In observance of Black History Month, the 2nd Thursday Concert Series will present an evening of Duke Ellington’s music on Feb. 10 at 8 p.m. in Hodgson Hall, Performing Arts Center.
Edward Kennedy “Duke” Ellington was born in Washington, D.C., to a middle-class family. In his teens, he learned to play piano in the East Coast stride style and began working in small combos before starting his first band, the Duke’s Serenaders, in 1917. He moved to New York in 1923, where he began a career that spanned six decades. Ellington and his band, the Washingtonians, established themselves in various New York clubs. In 1927, the Ellington band began a five-year contract as the house band for the Cotton Club in Harlem.
Many of Ellington’s pieces are part of the standard jazz repertoire, such as “Satin Doll,” “Take the A Train,” “Ko-Ko,” “Crescendo in Blue” and “Don’t Get Around Much Anymore.” Ellington is noted for expanding jazz composition from three-minute dance tunes to longer art pieces with such masterworks as “Black and Tan Fantasy” and “Black, Brown and Beige,” and hybrids of classical music and jazz, such as “The River,” “Harlem Suite” and “Deep South Suite.” Ellington also composed the film score for Otto Preminger’s Anatomy of a Murder.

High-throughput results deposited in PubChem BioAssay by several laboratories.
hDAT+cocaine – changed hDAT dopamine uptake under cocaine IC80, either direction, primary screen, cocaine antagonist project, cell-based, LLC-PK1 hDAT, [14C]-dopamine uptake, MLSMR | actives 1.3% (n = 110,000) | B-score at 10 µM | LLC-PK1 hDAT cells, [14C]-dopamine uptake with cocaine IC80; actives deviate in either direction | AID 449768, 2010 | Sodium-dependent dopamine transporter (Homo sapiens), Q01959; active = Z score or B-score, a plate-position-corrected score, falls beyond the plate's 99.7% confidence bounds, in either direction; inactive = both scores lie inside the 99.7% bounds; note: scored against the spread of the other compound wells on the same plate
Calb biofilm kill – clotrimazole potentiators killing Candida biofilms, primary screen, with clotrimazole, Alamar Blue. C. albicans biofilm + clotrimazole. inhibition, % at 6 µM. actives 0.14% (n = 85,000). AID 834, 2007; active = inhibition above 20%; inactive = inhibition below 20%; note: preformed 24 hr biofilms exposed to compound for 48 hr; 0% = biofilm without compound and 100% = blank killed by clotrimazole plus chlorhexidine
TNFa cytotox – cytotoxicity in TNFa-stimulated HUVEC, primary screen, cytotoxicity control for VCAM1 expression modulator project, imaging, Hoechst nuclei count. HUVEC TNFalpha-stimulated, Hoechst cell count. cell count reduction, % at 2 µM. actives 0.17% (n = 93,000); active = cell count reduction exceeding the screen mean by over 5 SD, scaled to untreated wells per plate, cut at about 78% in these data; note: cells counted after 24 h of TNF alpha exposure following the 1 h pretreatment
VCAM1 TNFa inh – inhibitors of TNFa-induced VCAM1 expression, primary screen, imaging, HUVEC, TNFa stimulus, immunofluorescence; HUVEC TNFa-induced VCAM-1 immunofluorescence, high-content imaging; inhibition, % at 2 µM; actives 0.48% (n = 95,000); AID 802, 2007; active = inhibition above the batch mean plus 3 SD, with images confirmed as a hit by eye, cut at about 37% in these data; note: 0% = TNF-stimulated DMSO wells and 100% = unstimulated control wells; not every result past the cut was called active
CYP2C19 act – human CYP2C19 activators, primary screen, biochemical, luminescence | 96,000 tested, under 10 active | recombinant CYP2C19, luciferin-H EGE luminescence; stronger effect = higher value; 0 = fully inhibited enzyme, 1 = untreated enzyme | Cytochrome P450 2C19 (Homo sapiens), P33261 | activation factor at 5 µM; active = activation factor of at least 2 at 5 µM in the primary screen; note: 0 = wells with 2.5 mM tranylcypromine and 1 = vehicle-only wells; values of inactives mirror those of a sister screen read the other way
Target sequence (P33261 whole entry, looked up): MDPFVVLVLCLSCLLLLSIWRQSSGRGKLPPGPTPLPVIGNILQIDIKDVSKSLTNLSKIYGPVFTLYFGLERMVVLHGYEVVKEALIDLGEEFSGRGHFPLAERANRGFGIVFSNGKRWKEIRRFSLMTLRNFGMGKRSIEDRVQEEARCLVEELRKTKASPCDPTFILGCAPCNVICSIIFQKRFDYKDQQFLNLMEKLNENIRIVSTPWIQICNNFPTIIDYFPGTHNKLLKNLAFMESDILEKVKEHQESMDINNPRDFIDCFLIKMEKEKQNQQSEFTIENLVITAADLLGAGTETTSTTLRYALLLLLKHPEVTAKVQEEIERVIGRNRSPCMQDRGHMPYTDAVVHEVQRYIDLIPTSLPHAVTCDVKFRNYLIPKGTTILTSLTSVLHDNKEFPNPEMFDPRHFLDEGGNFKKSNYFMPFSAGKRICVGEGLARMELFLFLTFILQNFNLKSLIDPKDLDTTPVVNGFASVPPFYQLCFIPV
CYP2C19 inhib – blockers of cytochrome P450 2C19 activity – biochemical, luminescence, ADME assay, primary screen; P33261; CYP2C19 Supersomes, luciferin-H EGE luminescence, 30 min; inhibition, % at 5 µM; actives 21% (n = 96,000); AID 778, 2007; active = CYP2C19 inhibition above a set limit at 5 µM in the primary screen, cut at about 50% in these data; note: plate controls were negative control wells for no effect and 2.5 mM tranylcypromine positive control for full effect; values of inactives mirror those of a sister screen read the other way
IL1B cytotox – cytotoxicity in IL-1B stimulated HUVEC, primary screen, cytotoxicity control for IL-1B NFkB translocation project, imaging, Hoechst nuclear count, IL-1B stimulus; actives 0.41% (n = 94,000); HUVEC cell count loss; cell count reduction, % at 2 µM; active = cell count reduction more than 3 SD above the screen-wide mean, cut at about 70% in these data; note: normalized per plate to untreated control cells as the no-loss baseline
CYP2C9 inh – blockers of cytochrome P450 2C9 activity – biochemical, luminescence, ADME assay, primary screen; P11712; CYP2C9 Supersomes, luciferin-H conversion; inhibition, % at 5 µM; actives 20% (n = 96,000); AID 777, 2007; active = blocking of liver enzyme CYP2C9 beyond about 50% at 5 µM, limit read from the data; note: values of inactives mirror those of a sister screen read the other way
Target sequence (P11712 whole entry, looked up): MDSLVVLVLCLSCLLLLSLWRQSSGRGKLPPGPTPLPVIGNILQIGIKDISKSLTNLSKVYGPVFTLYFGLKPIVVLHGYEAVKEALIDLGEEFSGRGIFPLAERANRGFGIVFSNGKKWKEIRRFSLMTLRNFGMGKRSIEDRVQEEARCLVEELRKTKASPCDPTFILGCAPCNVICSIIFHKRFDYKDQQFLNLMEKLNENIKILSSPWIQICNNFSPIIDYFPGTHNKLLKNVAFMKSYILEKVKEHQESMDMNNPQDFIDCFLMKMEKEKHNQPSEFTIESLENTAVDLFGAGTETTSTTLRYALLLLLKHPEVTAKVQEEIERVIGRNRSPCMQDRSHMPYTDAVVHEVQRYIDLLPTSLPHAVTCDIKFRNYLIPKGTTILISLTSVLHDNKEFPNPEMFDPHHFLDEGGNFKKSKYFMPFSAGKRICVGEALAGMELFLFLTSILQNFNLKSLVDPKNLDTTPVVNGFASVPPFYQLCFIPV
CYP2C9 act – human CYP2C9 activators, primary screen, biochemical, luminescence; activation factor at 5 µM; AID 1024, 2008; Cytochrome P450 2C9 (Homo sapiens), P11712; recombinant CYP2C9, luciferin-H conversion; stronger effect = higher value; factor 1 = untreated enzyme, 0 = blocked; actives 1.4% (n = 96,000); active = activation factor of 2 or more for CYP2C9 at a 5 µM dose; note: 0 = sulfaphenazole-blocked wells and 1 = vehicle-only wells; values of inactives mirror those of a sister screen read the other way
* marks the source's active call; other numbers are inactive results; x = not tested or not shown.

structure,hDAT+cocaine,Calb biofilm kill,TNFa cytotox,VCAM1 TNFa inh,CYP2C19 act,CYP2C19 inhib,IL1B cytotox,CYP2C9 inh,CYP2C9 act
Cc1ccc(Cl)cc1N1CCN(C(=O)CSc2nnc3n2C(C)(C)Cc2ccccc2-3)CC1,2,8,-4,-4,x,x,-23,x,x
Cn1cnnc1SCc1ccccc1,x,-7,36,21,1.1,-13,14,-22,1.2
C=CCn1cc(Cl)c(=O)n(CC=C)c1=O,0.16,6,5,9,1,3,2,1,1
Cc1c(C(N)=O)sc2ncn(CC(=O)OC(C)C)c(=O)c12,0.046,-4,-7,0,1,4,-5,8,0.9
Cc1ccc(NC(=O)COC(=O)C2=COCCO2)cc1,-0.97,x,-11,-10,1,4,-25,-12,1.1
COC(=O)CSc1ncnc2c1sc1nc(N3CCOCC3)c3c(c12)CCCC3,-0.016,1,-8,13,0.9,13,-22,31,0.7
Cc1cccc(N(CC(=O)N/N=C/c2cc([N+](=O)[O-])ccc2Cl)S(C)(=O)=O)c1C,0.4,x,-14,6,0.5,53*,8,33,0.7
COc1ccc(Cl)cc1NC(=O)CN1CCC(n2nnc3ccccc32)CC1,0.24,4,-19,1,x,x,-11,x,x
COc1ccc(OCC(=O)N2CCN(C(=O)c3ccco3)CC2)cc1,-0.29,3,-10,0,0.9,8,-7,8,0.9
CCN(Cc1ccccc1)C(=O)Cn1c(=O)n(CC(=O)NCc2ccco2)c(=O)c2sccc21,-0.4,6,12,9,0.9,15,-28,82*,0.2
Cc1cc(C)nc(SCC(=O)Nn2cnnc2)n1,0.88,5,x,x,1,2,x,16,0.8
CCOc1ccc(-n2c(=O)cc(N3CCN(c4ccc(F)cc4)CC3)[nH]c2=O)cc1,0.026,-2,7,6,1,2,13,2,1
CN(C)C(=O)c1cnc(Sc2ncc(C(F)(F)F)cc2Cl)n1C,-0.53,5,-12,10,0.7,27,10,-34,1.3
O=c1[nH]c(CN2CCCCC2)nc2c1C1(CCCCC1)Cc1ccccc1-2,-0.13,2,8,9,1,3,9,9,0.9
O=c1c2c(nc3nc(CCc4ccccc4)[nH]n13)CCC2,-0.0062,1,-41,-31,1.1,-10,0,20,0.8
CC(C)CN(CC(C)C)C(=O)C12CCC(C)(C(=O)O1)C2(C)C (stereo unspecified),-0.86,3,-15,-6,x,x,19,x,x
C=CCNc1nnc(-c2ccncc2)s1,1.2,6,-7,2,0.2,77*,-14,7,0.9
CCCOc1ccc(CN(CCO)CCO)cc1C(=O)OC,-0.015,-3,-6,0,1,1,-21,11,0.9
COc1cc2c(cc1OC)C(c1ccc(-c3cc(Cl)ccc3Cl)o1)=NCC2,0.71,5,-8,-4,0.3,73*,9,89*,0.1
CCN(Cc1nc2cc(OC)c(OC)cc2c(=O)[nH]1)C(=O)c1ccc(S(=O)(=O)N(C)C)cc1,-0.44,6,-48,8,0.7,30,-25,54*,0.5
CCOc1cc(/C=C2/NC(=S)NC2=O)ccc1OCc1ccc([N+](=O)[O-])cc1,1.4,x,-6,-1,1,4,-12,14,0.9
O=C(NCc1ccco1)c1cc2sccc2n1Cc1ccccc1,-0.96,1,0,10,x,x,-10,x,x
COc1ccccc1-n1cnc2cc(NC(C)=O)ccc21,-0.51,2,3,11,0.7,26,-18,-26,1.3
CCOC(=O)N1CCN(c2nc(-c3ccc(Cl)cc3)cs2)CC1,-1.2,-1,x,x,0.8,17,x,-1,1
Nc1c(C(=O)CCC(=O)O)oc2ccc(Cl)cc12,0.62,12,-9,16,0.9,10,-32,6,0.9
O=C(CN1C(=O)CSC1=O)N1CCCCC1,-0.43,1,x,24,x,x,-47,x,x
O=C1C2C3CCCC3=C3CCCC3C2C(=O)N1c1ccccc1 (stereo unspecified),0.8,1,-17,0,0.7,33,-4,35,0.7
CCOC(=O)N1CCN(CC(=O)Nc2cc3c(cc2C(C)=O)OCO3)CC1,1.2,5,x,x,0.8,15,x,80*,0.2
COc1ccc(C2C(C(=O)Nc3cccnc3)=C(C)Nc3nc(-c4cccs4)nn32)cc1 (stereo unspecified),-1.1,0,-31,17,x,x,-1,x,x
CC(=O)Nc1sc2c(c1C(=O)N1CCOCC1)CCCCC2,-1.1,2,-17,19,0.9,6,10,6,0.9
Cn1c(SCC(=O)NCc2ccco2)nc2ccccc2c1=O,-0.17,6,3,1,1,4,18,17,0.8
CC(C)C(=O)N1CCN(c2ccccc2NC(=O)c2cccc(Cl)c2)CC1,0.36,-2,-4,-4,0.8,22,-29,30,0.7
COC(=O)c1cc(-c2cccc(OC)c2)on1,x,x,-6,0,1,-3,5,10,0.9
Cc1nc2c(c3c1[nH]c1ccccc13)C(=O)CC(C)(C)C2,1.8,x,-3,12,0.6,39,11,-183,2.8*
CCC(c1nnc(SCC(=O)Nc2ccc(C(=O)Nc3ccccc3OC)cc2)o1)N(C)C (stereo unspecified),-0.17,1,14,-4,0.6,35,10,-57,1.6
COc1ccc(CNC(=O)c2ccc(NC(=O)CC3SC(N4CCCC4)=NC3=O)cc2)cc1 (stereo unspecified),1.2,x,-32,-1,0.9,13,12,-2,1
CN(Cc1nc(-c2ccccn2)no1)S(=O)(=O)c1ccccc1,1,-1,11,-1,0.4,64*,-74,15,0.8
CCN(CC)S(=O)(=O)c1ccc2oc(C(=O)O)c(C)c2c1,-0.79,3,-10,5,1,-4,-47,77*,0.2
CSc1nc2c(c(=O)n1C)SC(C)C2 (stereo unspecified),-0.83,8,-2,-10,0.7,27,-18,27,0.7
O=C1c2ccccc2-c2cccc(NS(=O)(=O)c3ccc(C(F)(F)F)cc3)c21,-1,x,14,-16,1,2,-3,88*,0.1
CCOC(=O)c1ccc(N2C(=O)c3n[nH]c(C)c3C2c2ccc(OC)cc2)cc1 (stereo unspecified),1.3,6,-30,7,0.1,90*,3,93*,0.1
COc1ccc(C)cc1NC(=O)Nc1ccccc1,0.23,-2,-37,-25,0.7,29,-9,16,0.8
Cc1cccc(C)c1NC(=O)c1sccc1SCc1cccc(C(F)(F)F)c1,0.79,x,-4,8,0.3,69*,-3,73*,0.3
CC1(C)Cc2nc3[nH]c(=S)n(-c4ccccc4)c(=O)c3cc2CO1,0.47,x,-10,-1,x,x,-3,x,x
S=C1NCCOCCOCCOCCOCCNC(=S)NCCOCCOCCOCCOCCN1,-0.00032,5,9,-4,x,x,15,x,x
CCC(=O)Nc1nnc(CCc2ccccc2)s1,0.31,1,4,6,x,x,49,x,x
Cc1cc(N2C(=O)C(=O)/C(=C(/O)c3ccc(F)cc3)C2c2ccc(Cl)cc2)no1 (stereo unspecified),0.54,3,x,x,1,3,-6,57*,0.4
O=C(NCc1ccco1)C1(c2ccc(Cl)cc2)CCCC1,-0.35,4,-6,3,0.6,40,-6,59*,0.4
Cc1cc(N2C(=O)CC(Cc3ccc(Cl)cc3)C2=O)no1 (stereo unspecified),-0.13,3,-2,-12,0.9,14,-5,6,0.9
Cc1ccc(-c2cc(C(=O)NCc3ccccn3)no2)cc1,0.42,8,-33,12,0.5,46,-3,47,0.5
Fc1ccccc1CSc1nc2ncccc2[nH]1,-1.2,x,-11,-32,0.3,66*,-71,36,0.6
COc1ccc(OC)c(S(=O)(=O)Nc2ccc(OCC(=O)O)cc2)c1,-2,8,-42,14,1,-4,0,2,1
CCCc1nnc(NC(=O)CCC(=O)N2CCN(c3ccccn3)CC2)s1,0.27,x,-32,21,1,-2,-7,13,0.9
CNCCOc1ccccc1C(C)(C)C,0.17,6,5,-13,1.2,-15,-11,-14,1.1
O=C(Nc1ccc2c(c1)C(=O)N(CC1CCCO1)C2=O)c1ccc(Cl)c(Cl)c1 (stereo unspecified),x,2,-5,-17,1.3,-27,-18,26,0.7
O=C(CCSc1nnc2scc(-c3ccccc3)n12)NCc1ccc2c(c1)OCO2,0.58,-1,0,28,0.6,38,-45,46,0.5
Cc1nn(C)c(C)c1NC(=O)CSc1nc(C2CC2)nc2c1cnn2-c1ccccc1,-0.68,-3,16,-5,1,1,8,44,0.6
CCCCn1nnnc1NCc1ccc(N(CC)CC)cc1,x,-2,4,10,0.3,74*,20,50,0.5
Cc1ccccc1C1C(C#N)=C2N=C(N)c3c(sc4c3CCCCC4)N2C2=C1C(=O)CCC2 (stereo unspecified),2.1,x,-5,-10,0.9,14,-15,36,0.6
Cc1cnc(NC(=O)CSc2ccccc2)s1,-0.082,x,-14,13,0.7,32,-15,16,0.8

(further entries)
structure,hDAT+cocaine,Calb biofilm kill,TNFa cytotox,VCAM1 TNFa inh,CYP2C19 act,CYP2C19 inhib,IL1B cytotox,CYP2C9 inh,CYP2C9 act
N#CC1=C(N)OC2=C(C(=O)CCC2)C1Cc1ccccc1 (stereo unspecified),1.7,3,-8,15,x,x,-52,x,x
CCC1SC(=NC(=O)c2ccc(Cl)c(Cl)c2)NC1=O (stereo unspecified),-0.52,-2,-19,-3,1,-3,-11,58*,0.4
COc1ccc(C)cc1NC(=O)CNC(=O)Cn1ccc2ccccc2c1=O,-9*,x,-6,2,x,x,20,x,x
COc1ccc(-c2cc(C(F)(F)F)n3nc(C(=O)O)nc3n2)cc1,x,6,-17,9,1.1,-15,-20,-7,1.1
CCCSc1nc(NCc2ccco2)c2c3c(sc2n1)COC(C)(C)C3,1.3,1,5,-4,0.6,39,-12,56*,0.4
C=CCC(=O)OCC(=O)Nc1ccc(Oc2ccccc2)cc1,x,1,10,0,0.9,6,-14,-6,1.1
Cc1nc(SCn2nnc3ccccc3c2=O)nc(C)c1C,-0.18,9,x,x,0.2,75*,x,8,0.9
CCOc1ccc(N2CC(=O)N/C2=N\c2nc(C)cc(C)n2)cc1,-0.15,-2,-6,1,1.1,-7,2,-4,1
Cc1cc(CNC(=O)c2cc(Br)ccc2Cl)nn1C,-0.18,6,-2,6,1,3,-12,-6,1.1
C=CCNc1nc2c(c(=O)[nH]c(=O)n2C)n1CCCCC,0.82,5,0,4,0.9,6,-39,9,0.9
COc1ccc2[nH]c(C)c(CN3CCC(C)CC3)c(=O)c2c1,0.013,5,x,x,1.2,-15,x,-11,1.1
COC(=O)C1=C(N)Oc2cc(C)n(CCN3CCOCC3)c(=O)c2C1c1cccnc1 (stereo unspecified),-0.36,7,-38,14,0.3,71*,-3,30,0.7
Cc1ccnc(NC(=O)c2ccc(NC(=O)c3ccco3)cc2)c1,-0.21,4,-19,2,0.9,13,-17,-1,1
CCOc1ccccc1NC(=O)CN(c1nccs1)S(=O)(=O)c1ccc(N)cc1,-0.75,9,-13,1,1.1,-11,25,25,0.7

Performing the Duke’s music will be faculty members Steve Dancz and Thomas McCutchen, with guest artists Sam Skelton, woodwinds, and Trey Wright, guitar. Skelton and Wright, both active in the Atlanta music scene, are currently teaching jazz studies in the School of Music. Joining them will be the UGA Jazz Band, directed by Dancz, the UGA Salsa Band, directed by McCutchen, and Classic City Jazz, directed by Mitos Andaya.
The UGA Jazz Band has performed by invitation at the 1999 Montreux Jazz Festival in Montreux, Switzerland, and the Vienne Jazz Festival in Vienne, France.
Performing regularly in concert with the UGA Jazz Band, the Salsa Band specializes in traditional salsa music and Latin jazz. In this concert they will perform Ellington’s “Caravan.”
Classic City Jazz, UGA’s premier vocal and instrumental jazz combo, will perform great Ellington hits such as the bluesy “Time’s A-Wastin’ ” and the up-beat “Cottontail.” The singers, known for their a cappella prowess, will present the classic “It Don’t Mean A Thing.”